The Legend of Shotoku Taishi
Researcher, Writer：HARADA, Minoru
Shotoku Taishi (574-622) was the crown prince in ancient Japan. Instead of becoming the emperor, his life ended as a regent of his aunt empress. Still, every Japanese school history textbook mentions him as an admirable politician who established a firm foundation for the imperial court to rule Japan there after.
He was the man who called Japan “the country of the rising sun” and China “the country of the setting sun,” and he also made the first constitution for Japan and established the twelve official ranks at court. He was a strong supporter of Buddhism and started the practice of sending imperial embassies to China. His face was printed on yen bills from 1930-1984, and so almost all Japanese know his name and face.
On the other hand, many of the facts about his life were recorded many years after he died, and they include many legendary episodes, making his existence very mysterious. Some historians even discredit the accurateness about all his achievements.
Ikaruga Temple is a very old Buddhist temple located in Taishi town of Hyogo prefecture. The temple history tells that it was founded by Shotoku Taishi. Here, they house something called “Chichuseki,” literally meaning a stone in the Earth as the temple’s treasure.
To our surprise, it is a globe made by stone: lands are expressed in convex form and seas are expressed in concave form. As we learned, Shotoku Taishi lived some 1,400 years ago. At that period in East Asia hisotry, nobody had the idea that the Earth was a sphere. How could anyone make a globe in that period? More than that, the Chichuseki globe has not only Eurasian and African Continents, but the continents known after the Age of Geographical Discovery, including both North and South American continents (discovered by the West in 1492) and the Antarctic Continent (discovered in 1820) are depicted very precisely.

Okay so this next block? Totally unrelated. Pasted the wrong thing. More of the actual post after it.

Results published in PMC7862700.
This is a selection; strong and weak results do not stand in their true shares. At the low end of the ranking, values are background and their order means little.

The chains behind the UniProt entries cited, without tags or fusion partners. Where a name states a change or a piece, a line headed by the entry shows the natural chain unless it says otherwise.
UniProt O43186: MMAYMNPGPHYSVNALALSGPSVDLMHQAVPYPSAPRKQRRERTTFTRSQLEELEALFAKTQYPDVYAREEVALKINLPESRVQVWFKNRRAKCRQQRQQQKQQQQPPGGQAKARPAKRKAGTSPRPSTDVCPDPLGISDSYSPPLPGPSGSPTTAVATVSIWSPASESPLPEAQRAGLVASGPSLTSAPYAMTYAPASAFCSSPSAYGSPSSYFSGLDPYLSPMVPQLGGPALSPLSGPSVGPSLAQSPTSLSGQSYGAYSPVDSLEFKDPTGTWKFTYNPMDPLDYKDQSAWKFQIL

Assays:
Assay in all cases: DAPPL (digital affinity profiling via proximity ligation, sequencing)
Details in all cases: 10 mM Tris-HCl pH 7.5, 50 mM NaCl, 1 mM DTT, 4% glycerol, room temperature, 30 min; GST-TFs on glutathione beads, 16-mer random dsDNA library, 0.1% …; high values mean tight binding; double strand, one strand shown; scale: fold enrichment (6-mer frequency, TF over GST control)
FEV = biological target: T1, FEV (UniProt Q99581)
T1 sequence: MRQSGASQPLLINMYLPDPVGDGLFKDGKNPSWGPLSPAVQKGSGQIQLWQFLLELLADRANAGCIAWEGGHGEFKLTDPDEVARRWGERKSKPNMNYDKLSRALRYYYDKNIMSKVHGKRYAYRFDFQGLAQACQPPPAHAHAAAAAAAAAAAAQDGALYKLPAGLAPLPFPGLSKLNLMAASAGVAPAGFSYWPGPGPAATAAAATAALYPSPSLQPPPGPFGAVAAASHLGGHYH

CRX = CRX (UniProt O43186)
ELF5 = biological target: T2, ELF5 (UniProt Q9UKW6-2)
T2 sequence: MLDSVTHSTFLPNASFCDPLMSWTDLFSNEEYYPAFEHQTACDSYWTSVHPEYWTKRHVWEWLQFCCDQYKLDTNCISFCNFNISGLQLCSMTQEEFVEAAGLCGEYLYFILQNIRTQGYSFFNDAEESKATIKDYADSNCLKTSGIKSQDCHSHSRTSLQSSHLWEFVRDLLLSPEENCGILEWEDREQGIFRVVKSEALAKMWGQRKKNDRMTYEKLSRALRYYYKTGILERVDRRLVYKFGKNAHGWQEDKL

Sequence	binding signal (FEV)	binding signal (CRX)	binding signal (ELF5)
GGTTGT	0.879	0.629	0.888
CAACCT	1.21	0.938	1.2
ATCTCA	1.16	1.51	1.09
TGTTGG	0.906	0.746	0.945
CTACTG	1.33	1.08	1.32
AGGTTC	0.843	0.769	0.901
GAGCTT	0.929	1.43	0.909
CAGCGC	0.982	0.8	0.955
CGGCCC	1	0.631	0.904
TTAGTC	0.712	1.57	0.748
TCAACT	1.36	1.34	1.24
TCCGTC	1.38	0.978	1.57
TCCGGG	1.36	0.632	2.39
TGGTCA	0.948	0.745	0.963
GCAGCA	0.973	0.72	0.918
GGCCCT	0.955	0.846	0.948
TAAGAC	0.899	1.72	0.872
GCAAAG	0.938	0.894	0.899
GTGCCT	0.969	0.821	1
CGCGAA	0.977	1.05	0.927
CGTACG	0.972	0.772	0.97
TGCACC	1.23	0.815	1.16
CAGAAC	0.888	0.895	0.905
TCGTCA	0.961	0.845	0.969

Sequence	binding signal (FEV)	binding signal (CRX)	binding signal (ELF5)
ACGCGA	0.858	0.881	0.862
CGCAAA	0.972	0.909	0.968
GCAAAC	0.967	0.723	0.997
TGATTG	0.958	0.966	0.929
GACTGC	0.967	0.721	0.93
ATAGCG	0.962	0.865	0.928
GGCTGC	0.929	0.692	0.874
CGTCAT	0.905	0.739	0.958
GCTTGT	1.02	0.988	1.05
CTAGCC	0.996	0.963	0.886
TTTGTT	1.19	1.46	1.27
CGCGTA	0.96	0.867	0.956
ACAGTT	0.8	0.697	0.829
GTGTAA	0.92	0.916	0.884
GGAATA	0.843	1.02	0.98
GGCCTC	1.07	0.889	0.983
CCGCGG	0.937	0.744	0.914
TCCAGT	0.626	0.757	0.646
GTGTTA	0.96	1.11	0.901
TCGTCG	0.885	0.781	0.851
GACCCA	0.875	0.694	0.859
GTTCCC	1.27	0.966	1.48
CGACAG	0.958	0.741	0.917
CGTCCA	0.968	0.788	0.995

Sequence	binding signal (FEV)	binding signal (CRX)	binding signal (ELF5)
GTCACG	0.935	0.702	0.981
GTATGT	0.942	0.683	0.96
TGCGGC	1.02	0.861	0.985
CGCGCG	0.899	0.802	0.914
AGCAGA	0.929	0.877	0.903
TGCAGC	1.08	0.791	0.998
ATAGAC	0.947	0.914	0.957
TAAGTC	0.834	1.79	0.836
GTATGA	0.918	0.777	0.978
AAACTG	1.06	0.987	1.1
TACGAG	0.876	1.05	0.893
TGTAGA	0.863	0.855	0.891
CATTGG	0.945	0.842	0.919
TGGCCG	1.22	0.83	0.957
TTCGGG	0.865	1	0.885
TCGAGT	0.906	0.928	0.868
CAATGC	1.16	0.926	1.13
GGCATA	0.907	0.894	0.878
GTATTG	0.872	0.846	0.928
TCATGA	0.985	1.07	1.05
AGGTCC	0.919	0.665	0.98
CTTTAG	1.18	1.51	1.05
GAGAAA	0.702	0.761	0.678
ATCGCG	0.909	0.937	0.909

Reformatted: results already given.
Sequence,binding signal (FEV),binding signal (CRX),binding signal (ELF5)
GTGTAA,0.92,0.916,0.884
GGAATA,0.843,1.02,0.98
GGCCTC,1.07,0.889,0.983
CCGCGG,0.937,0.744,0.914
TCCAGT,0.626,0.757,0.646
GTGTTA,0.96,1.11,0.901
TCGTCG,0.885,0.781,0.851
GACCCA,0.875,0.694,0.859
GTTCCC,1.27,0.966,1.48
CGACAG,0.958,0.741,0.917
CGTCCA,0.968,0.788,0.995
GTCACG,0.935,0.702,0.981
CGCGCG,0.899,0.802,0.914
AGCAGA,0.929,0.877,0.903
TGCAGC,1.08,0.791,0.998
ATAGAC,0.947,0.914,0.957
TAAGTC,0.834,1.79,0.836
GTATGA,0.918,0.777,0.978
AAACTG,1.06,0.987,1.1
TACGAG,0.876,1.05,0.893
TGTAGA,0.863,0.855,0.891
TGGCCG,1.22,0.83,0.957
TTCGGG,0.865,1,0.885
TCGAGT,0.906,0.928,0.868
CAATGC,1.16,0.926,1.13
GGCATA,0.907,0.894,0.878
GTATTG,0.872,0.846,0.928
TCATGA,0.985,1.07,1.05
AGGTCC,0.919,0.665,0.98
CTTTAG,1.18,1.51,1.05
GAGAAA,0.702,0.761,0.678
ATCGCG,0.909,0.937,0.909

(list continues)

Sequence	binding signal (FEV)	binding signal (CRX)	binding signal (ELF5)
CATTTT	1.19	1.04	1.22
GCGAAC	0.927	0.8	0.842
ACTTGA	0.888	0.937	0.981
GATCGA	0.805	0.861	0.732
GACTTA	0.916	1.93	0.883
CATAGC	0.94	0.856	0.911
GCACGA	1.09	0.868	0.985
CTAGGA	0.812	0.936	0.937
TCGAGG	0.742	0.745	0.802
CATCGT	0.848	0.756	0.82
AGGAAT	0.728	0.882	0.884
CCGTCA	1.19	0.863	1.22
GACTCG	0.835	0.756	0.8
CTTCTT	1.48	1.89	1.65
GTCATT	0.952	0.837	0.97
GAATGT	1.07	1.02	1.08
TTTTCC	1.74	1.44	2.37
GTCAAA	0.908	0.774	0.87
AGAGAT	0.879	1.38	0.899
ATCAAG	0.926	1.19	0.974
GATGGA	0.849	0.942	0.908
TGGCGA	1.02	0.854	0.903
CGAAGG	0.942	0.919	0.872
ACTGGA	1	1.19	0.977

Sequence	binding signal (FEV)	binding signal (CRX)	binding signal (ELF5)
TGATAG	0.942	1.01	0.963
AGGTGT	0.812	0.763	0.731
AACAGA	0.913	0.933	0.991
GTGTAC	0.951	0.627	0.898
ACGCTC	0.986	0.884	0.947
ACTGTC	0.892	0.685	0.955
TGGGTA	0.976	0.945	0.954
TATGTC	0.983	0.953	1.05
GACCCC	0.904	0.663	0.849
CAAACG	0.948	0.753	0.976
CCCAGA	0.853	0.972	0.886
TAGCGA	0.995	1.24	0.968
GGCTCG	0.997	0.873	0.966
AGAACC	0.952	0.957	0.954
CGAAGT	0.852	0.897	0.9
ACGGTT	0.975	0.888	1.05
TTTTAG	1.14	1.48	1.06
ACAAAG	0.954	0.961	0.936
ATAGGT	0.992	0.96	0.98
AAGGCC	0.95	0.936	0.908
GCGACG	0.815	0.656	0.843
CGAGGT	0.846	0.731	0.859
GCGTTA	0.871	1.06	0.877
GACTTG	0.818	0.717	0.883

A clue about how this globe was made can be found on the globe itself. There are three large land masses located in the middle of the Pacific Ocean clinging together. This must be the Mu Continent that sank in the bottom of Pacific Ocean 12,000 years ago. This means that the globe is based on the age of geography when Mu was still in existence. Shotoku Taishi might have had some kind of secret knowledge that he inherited from the lost civilization of Mu to make this globe.
“Chichuseki” is not made of stone, but is a product of plaster and glue made from sea weed. This technique of making a kind of cement by mixing plaster and sea weed glue is unique to Japan and was developed in the 15th century.
On the Continent that looks like Antarctica, in Chinese characters, there are letters that can be read Mo-ga-ro-ni-ka. This part was written down on paper and imbedded on the surface of cement when it was still wet–it was not written down after completion. Mo-ga-ro-ni-ka is the Japanese way to pronounce Magallanica.
In the 17th to 18th century, though the Antarctica was not yet recognized, they had a custom of drawing an imaginary continent in that space. Magallanica is one of the names of this continent and it was named after Ferdinand Magellan (1480-1521) who went around the world on the southern hemisphere route. By the early 18th century, copies of the European world maps were often published in Europe and also Japan. You can see the letters Mo-ga-ro-ni-ka on such maps.
So this globe was made in the 18th century based on the latest Western knowledge, using the techniques of the period. It happened to be dedicated to the temple founded by Shotoku Taishi and became the temple’s treasure. This does not mean that a 7th century prince made or used the globe.
However there remains the question about the mid-Pacific continent. Could it really be Mu? Comparing this globe with a modern one, we notice that Japan and Ryukyu archipelago and islands are located further south than where they should be. We can also see many lands located in the Pacific. These islands that belong to the Philippines and Indonesia are deformed and placed further East.
When you make a sphere from plaster, it is better to place ups and downs on the surface evenly. The manufacturer of this globe had to move Filipino and Indonesian islands to the center of the Pacific Ocean in order to make a fine ball shape. What looked like Mu were parts of these islands.
Tondemo Nihonshi no Shinso [The truth of Phony Japanese History]by HARADA, Minoru